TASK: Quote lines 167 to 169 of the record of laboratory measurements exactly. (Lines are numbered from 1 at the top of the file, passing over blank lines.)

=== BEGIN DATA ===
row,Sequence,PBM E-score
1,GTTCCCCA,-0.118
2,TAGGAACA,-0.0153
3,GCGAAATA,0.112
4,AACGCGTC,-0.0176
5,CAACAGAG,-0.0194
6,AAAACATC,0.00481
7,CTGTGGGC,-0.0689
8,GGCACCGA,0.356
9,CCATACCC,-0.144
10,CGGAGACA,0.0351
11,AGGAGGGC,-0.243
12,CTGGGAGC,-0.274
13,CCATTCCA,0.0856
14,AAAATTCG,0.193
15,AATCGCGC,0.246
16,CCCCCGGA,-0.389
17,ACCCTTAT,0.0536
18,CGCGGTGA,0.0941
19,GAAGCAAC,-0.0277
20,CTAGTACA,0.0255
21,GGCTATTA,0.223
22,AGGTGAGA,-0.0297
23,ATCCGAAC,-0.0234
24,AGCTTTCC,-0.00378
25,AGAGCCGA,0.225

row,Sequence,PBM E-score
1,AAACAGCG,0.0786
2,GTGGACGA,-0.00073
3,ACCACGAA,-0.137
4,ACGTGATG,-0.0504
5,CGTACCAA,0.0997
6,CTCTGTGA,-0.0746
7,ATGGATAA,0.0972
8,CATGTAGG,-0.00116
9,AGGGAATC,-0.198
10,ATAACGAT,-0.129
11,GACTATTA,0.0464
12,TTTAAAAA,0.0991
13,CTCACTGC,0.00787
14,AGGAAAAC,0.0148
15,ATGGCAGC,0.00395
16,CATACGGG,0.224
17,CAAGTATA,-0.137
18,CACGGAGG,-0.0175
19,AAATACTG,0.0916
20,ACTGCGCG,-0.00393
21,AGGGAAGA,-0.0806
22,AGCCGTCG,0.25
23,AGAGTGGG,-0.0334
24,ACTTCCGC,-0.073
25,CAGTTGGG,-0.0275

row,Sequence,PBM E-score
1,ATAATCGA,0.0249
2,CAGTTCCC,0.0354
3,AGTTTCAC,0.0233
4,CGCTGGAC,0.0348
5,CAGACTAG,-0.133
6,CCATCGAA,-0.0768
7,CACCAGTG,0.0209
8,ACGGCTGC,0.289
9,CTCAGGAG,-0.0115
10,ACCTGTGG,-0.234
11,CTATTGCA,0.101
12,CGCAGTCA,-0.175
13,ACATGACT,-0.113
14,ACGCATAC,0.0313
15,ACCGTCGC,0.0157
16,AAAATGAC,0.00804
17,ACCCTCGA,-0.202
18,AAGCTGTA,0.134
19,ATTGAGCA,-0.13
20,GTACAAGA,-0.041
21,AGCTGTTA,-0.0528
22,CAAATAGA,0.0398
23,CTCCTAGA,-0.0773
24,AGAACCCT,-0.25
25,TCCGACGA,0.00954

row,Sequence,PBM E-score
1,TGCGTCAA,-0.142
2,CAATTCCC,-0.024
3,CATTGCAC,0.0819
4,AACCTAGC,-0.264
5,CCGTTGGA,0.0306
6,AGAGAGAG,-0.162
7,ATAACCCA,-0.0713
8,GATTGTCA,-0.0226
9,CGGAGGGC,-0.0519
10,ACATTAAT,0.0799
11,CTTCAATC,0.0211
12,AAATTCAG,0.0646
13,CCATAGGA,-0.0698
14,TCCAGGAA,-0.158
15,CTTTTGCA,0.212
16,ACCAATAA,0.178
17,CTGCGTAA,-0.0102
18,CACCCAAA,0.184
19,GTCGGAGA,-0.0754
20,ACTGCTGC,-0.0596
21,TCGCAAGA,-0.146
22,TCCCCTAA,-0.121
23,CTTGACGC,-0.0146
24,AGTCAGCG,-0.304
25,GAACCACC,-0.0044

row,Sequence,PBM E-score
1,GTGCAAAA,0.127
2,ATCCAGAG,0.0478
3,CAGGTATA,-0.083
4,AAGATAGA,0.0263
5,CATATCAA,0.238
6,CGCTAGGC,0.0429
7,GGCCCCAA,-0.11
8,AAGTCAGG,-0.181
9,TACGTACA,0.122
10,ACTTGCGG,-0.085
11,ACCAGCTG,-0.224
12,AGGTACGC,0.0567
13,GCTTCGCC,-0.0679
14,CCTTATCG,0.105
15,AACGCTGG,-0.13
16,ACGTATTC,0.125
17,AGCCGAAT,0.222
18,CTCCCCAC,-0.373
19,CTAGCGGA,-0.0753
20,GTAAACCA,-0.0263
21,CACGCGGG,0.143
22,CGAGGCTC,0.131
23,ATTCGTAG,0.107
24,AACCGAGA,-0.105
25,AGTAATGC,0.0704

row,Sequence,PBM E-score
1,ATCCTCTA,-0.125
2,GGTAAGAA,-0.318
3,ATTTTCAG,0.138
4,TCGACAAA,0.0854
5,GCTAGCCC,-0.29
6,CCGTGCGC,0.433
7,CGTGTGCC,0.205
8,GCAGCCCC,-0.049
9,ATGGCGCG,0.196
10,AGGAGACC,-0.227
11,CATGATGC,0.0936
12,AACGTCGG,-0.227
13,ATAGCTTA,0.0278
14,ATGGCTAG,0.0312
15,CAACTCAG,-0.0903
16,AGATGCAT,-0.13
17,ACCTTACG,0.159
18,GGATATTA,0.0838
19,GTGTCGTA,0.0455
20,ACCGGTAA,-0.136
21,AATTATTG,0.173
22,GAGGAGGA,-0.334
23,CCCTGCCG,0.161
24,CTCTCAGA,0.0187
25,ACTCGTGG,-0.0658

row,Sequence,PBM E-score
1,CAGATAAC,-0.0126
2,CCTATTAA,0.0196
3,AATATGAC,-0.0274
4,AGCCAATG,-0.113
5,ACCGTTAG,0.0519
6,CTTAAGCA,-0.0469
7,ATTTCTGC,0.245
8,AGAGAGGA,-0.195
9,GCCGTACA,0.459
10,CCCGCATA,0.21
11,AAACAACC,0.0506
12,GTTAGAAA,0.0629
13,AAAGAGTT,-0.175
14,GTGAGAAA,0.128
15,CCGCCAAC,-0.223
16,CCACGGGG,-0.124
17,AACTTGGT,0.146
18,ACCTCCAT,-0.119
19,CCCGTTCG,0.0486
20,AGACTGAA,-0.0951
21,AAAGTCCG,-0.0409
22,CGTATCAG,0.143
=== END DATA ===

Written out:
10,CCCGCATA,0.21
11,AAACAACC,0.0506
12,GTTAGAAA,0.0629